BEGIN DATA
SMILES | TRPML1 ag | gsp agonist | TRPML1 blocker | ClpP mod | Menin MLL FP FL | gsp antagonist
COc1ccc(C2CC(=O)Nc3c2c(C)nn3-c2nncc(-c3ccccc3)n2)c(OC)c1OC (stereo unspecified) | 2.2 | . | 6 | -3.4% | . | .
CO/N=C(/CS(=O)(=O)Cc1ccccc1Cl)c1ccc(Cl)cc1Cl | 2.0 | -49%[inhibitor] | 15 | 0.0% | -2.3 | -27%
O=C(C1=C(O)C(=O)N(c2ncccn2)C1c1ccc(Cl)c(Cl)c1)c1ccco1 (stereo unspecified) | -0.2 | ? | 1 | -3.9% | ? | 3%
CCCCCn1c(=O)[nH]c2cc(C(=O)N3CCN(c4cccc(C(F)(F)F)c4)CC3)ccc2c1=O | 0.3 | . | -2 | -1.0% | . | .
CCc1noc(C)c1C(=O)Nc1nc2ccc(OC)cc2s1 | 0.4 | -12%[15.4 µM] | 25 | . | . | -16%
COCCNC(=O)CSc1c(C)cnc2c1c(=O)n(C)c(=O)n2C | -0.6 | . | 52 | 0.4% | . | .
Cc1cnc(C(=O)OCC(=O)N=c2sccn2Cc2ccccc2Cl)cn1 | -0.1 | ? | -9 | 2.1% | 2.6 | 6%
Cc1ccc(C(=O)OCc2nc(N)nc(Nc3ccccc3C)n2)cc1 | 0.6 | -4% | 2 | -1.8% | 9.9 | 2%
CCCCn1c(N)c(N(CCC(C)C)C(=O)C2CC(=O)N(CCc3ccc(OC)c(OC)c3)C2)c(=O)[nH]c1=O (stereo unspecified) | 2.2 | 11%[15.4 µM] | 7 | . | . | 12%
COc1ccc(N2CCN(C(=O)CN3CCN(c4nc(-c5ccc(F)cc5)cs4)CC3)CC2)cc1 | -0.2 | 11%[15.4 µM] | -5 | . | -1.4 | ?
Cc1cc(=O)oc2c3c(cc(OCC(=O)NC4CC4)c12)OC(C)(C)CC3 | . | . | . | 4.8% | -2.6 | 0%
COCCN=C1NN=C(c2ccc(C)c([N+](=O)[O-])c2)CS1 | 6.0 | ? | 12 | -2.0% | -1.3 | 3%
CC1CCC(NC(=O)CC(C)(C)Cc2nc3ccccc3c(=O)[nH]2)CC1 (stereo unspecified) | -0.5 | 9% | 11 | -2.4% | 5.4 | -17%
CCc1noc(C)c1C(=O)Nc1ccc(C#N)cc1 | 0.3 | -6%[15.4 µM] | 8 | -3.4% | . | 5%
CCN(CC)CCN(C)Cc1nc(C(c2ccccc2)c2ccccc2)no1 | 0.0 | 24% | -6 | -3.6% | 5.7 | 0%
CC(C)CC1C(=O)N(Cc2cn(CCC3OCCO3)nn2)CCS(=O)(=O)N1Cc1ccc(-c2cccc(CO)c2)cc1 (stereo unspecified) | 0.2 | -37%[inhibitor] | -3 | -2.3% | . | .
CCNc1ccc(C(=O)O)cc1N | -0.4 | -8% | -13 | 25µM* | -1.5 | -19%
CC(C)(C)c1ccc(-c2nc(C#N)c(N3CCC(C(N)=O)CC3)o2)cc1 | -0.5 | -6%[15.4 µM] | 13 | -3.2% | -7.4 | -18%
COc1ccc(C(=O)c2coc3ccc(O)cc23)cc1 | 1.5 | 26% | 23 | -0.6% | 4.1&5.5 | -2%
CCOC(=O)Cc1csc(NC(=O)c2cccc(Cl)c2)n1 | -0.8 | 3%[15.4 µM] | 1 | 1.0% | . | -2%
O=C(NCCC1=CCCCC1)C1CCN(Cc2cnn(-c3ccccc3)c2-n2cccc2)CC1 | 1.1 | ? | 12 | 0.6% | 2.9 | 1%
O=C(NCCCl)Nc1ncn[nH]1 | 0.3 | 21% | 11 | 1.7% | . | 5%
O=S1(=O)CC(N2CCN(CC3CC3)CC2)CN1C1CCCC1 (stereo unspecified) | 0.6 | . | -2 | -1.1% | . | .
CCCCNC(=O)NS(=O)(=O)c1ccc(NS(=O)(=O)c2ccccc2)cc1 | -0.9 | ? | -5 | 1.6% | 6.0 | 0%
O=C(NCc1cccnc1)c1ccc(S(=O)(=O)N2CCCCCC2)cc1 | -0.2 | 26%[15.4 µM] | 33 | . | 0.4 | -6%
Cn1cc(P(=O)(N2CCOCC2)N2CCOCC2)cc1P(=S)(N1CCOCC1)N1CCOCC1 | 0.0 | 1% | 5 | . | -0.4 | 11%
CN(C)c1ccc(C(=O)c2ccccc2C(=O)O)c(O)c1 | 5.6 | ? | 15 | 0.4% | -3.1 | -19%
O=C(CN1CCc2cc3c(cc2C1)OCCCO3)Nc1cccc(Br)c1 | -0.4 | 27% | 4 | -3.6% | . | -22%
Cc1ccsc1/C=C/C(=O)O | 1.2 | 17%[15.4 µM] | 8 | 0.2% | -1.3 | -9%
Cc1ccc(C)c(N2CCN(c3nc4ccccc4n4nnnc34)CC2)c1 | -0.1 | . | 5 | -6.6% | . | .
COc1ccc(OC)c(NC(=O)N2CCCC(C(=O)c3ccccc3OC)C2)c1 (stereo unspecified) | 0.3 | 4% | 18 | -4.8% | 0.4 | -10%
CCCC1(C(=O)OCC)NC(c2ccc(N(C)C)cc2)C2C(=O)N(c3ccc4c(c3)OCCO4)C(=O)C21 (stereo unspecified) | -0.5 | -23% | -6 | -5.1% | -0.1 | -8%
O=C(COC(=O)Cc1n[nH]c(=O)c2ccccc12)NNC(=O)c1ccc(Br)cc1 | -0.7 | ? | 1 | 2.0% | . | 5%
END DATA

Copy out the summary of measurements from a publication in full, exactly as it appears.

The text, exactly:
SMILES | TRPML1 ag | gsp agonist | TRPML1 blocker | ClpP mod | Menin MLL FP FL | gsp antagonist
COc1ccc(C2CC(=O)Nc3c2c(C)nn3-c2nncc(-c3ccccc3)n2)c(OC)c1OC (stereo unspecified) | 2.2 | . | 6 | -3.4% | . | .
CO/N=C(/CS(=O)(=O)Cc1ccccc1Cl)c1ccc(Cl)cc1Cl | 2.0 | -49%[inhibitor] | 15 | 0.0% | -2.3 | -27%
O=C(C1=C(O)C(=O)N(c2ncccn2)C1c1ccc(Cl)c(Cl)c1)c1ccco1 (stereo unspecified) | -0.2 | ? | 1 | -3.9% | ? | 3%
CCCCCn1c(=O)[nH]c2cc(C(=O)N3CCN(c4cccc(C(F)(F)F)c4)CC3)ccc2c1=O | 0.3 | . | -2 | -1.0% | . | .
CCc1noc(C)c1C(=O)Nc1nc2ccc(OC)cc2s1 | 0.4 | -12%[15.4 µM] | 25 | . | . | -16%
COCCNC(=O)CSc1c(C)cnc2c1c(=O)n(C)c(=O)n2C | -0.6 | . | 52 | 0.4% | . | .
Cc1cnc(C(=O)OCC(=O)N=c2sccn2Cc2ccccc2Cl)cn1 | -0.1 | ? | -9 | 2.1% | 2.6 | 6%
Cc1ccc(C(=O)OCc2nc(N)nc(Nc3ccccc3C)n2)cc1 | 0.6 | -4% | 2 | -1.8% | 9.9 | 2%
CCCCn1c(N)c(N(CCC(C)C)C(=O)C2CC(=O)N(CCc3ccc(OC)c(OC)c3)C2)c(=O)[nH]c1=O (stereo unspecified) | 2.2 | 11%[15.4 µM] | 7 | . | . | 12%
COc1ccc(N2CCN(C(=O)CN3CCN(c4nc(-c5ccc(F)cc5)cs4)CC3)CC2)cc1 | -0.2 | 11%[15.4 µM] | -5 | . | -1.4 | ?
Cc1cc(=O)oc2c3c(cc(OCC(=O)NC4CC4)c12)OC(C)(C)CC3 | . | . | . | 4.8% | -2.6 | 0%
COCCN=C1NN=C(c2ccc(C)c([N+](=O)[O-])c2)CS1 | 6.0 | ? | 12 | -2.0% | -1.3 | 3%
CC1CCC(NC(=O)CC(C)(C)Cc2nc3ccccc3c(=O)[nH]2)CC1 (stereo unspecified) | -0.5 | 9% | 11 | -2.4% | 5.4 | -17%
CCc1noc(C)c1C(=O)Nc1ccc(C#N)cc1 | 0.3 | -6%[15.4 µM] | 8 | -3.4% | . | 5%
CCN(CC)CCN(C)Cc1nc(C(c2ccccc2)c2ccccc2)no1 | 0.0 | 24% | -6 | -3.6% | 5.7 | 0%
CC(C)CC1C(=O)N(Cc2cn(CCC3OCCO3)nn2)CCS(=O)(=O)N1Cc1ccc(-c2cccc(CO)c2)cc1 (stereo unspecified) | 0.2 | -37%[inhibitor] | -3 | -2.3% | . | .
CCNc1ccc(C(=O)O)cc1N | -0.4 | -8% | -13 | 25µM* | -1.5 | -19%
CC(C)(C)c1ccc(-c2nc(C#N)c(N3CCC(C(N)=O)CC3)o2)cc1 | -0.5 | -6%[15.4 µM] | 13 | -3.2% | -7.4 | -18%
COc1ccc(C(=O)c2coc3ccc(O)cc23)cc1 | 1.5 | 26% | 23 | -0.6% | 4.1&5.5 | -2%
CCOC(=O)Cc1csc(NC(=O)c2cccc(Cl)c2)n1 | -0.8 | 3%[15.4 µM] | 1 | 1.0% | . | -2%
O=C(NCCC1=CCCCC1)C1CCN(Cc2cnn(-c3ccccc3)c2-n2cccc2)CC1 | 1.1 | ? | 12 | 0.6% | 2.9 | 1%
O=C(NCCCl)Nc1ncn[nH]1 | 0.3 | 21% | 11 | 1.7% | . | 5%
O=S1(=O)CC(N2CCN(CC3CC3)CC2)CN1C1CCCC1 (stereo unspecified) | 0.6 | . | -2 | -1.1% | . | .
CCCCNC(=O)NS(=O)(=O)c1ccc(NS(=O)(=O)c2ccccc2)cc1 | -0.9 | ? | -5 | 1.6% | 6.0 | 0%
O=C(NCc1cccnc1)c1ccc(S(=O)(=O)N2CCCCCC2)cc1 | -0.2 | 26%[15.4 µM] | 33 | . | 0.4 | -6%
Cn1cc(P(=O)(N2CCOCC2)N2CCOCC2)cc1P(=S)(N1CCOCC1)N1CCOCC1 | 0.0 | 1% | 5 | . | -0.4 | 11%
CN(C)c1ccc(C(=O)c2ccccc2C(=O)O)c(O)c1 | 5.6 | ? | 15 | 0.4% | -3.1 | -19%
O=C(CN1CCc2cc3c(cc2C1)OCCCO3)Nc1cccc(Br)c1 | -0.4 | 27% | 4 | -3.6% | . | -22%
Cc1ccsc1/C=C/C(=O)O | 1.2 | 17%[15.4 µM] | 8 | 0.2% | -1.3 | -9%
Cc1ccc(C)c(N2CCN(c3nc4ccccc4n4nnnc34)CC2)c1 | -0.1 | . | 5 | -6.6% | . | .
COc1ccc(OC)c(NC(=O)N2CCCC(C(=O)c3ccccc3OC)C2)c1 (stereo unspecified) | 0.3 | 4% | 18 | -4.8% | 0.4 | -10%
CCCC1(C(=O)OCC)NC(c2ccc(N(C)C)cc2)C2C(=O)N(c3ccc4c(c3)OCCO4)C(=O)C21 (stereo unspecified) | -0.5 | -23% | -6 | -5.1% | -0.1 | -8%
O=C(COC(=O)Cc1n[nH]c(=O)c2ccccc12)NNC(=O)c1ccc(Br)cc1 | -0.7 | ? | 1 | 2.0% | . | 5%